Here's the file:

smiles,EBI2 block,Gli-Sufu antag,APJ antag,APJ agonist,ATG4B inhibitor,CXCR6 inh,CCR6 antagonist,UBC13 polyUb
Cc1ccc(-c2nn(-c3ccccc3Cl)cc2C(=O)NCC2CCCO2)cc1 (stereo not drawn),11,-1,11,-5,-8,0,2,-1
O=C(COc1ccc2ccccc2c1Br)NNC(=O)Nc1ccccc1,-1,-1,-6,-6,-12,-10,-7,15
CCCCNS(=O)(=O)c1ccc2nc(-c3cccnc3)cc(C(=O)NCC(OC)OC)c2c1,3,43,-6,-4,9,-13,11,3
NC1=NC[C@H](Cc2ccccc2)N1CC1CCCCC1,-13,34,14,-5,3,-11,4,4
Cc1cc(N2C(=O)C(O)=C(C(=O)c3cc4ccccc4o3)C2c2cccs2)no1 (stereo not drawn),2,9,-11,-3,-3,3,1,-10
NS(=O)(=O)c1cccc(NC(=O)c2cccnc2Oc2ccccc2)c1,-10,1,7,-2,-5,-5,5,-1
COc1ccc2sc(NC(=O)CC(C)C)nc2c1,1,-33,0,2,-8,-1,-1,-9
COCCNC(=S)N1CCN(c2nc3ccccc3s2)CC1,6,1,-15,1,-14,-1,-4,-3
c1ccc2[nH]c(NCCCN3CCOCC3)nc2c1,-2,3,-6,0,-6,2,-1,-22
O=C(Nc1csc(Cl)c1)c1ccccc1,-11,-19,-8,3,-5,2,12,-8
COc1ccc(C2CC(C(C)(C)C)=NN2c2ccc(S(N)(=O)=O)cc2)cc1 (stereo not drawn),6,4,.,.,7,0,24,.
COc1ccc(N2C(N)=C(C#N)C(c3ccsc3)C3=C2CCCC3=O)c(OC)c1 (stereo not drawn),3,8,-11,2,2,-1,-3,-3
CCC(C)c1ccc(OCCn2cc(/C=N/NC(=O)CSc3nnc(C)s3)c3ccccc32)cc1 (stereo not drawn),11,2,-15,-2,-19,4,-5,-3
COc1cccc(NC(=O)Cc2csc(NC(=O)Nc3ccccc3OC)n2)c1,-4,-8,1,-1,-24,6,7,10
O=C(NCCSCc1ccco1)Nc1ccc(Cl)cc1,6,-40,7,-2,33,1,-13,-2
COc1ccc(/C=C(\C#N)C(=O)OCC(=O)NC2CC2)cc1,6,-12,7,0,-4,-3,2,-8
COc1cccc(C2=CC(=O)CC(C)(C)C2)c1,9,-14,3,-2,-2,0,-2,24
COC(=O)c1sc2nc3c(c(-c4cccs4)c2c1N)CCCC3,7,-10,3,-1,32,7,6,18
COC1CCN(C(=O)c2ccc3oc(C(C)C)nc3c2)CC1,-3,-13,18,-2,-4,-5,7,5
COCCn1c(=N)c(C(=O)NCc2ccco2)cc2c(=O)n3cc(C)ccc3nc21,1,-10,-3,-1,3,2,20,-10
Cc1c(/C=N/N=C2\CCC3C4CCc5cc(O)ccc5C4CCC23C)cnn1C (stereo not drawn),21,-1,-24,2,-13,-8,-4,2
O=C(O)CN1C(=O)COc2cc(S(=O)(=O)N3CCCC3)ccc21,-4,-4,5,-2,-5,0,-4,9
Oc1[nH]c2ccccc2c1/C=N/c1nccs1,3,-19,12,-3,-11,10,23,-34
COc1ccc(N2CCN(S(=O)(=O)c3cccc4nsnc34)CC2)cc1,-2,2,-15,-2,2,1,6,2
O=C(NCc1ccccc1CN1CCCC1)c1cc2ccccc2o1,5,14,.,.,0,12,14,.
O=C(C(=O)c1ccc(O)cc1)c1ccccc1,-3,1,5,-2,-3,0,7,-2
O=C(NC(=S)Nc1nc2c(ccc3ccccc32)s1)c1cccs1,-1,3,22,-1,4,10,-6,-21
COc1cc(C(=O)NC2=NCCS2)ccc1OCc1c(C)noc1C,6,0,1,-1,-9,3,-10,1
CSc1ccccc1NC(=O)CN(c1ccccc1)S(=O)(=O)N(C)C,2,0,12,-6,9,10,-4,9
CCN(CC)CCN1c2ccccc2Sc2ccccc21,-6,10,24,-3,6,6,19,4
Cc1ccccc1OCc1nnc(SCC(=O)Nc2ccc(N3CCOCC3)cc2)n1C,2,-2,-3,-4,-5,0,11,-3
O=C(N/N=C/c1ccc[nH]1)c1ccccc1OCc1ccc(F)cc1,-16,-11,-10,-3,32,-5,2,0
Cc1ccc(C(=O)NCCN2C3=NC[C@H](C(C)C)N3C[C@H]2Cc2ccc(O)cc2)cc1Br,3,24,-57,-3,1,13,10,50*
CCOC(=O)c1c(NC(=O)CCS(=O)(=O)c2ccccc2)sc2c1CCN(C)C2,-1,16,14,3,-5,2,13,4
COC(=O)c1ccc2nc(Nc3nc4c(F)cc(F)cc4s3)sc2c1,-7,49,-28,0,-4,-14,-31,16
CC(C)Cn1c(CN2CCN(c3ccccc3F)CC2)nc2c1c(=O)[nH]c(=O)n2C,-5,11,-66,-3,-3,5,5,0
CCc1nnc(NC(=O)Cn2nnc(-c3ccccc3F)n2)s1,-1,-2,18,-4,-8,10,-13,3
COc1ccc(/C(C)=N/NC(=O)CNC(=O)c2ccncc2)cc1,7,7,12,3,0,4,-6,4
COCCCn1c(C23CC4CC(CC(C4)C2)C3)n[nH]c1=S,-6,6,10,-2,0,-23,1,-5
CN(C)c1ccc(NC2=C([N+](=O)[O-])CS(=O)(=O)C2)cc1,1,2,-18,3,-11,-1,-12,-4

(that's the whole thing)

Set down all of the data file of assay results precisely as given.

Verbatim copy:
smiles,EBI2 block,Gli-Sufu antag,APJ antag,APJ agonist,ATG4B inhibitor,CXCR6 inh,CCR6 antagonist,UBC13 polyUb
Cc1ccc(-c2nn(-c3ccccc3Cl)cc2C(=O)NCC2CCCO2)cc1 (stereo not drawn),11,-1,11,-5,-8,0,2,-1
O=C(COc1ccc2ccccc2c1Br)NNC(=O)Nc1ccccc1,-1,-1,-6,-6,-12,-10,-7,15
CCCCNS(=O)(=O)c1ccc2nc(-c3cccnc3)cc(C(=O)NCC(OC)OC)c2c1,3,43,-6,-4,9,-13,11,3
NC1=NC[C@H](Cc2ccccc2)N1CC1CCCCC1,-13,34,14,-5,3,-11,4,4
Cc1cc(N2C(=O)C(O)=C(C(=O)c3cc4ccccc4o3)C2c2cccs2)no1 (stereo not drawn),2,9,-11,-3,-3,3,1,-10
NS(=O)(=O)c1cccc(NC(=O)c2cccnc2Oc2ccccc2)c1,-10,1,7,-2,-5,-5,5,-1
COc1ccc2sc(NC(=O)CC(C)C)nc2c1,1,-33,0,2,-8,-1,-1,-9
COCCNC(=S)N1CCN(c2nc3ccccc3s2)CC1,6,1,-15,1,-14,-1,-4,-3
c1ccc2[nH]c(NCCCN3CCOCC3)nc2c1,-2,3,-6,0,-6,2,-1,-22
O=C(Nc1csc(Cl)c1)c1ccccc1,-11,-19,-8,3,-5,2,12,-8
COc1ccc(C2CC(C(C)(C)C)=NN2c2ccc(S(N)(=O)=O)cc2)cc1 (stereo not drawn),6,4,.,.,7,0,24,.
COc1ccc(N2C(N)=C(C#N)C(c3ccsc3)C3=C2CCCC3=O)c(OC)c1 (stereo not drawn),3,8,-11,2,2,-1,-3,-3
CCC(C)c1ccc(OCCn2cc(/C=N/NC(=O)CSc3nnc(C)s3)c3ccccc32)cc1 (stereo not drawn),11,2,-15,-2,-19,4,-5,-3
COc1cccc(NC(=O)Cc2csc(NC(=O)Nc3ccccc3OC)n2)c1,-4,-8,1,-1,-24,6,7,10
O=C(NCCSCc1ccco1)Nc1ccc(Cl)cc1,6,-40,7,-2,33,1,-13,-2
COc1ccc(/C=C(\C#N)C(=O)OCC(=O)NC2CC2)cc1,6,-12,7,0,-4,-3,2,-8
COc1cccc(C2=CC(=O)CC(C)(C)C2)c1,9,-14,3,-2,-2,0,-2,24
COC(=O)c1sc2nc3c(c(-c4cccs4)c2c1N)CCCC3,7,-10,3,-1,32,7,6,18
COC1CCN(C(=O)c2ccc3oc(C(C)C)nc3c2)CC1,-3,-13,18,-2,-4,-5,7,5
COCCn1c(=N)c(C(=O)NCc2ccco2)cc2c(=O)n3cc(C)ccc3nc21,1,-10,-3,-1,3,2,20,-10
Cc1c(/C=N/N=C2\CCC3C4CCc5cc(O)ccc5C4CCC23C)cnn1C (stereo not drawn),21,-1,-24,2,-13,-8,-4,2
O=C(O)CN1C(=O)COc2cc(S(=O)(=O)N3CCCC3)ccc21,-4,-4,5,-2,-5,0,-4,9
Oc1[nH]c2ccccc2c1/C=N/c1nccs1,3,-19,12,-3,-11,10,23,-34
COc1ccc(N2CCN(S(=O)(=O)c3cccc4nsnc34)CC2)cc1,-2,2,-15,-2,2,1,6,2
O=C(NCc1ccccc1CN1CCCC1)c1cc2ccccc2o1,5,14,.,.,0,12,14,.
O=C(C(=O)c1ccc(O)cc1)c1ccccc1,-3,1,5,-2,-3,0,7,-2
O=C(NC(=S)Nc1nc2c(ccc3ccccc32)s1)c1cccs1,-1,3,22,-1,4,10,-6,-21
COc1cc(C(=O)NC2=NCCS2)ccc1OCc1c(C)noc1C,6,0,1,-1,-9,3,-10,1
CSc1ccccc1NC(=O)CN(c1ccccc1)S(=O)(=O)N(C)C,2,0,12,-6,9,10,-4,9
CCN(CC)CCN1c2ccccc2Sc2ccccc21,-6,10,24,-3,6,6,19,4
Cc1ccccc1OCc1nnc(SCC(=O)Nc2ccc(N3CCOCC3)cc2)n1C,2,-2,-3,-4,-5,0,11,-3
O=C(N/N=C/c1ccc[nH]1)c1ccccc1OCc1ccc(F)cc1,-16,-11,-10,-3,32,-5,2,0
Cc1ccc(C(=O)NCCN2C3=NC[C@H](C(C)C)N3C[C@H]2Cc2ccc(O)cc2)cc1Br,3,24,-57,-3,1,13,10,50*
CCOC(=O)c1c(NC(=O)CCS(=O)(=O)c2ccccc2)sc2c1CCN(C)C2,-1,16,14,3,-5,2,13,4
COC(=O)c1ccc2nc(Nc3nc4c(F)cc(F)cc4s3)sc2c1,-7,49,-28,0,-4,-14,-31,16
CC(C)Cn1c(CN2CCN(c3ccccc3F)CC2)nc2c1c(=O)[nH]c(=O)n2C,-5,11,-66,-3,-3,5,5,0
CCc1nnc(NC(=O)Cn2nnc(-c3ccccc3F)n2)s1,-1,-2,18,-4,-8,10,-13,3
COc1ccc(/C(C)=N/NC(=O)CNC(=O)c2ccncc2)cc1,7,7,12,3,0,4,-6,4
COCCCn1c(C23CC4CC(CC(C4)C2)C3)n[nH]c1=S,-6,6,10,-2,0,-23,1,-5
CN(C)c1ccc(NC2=C([N+](=O)[O-])CS(=O)(=O)C2)cc1,1,2,-18,3,-11,-1,-12,-4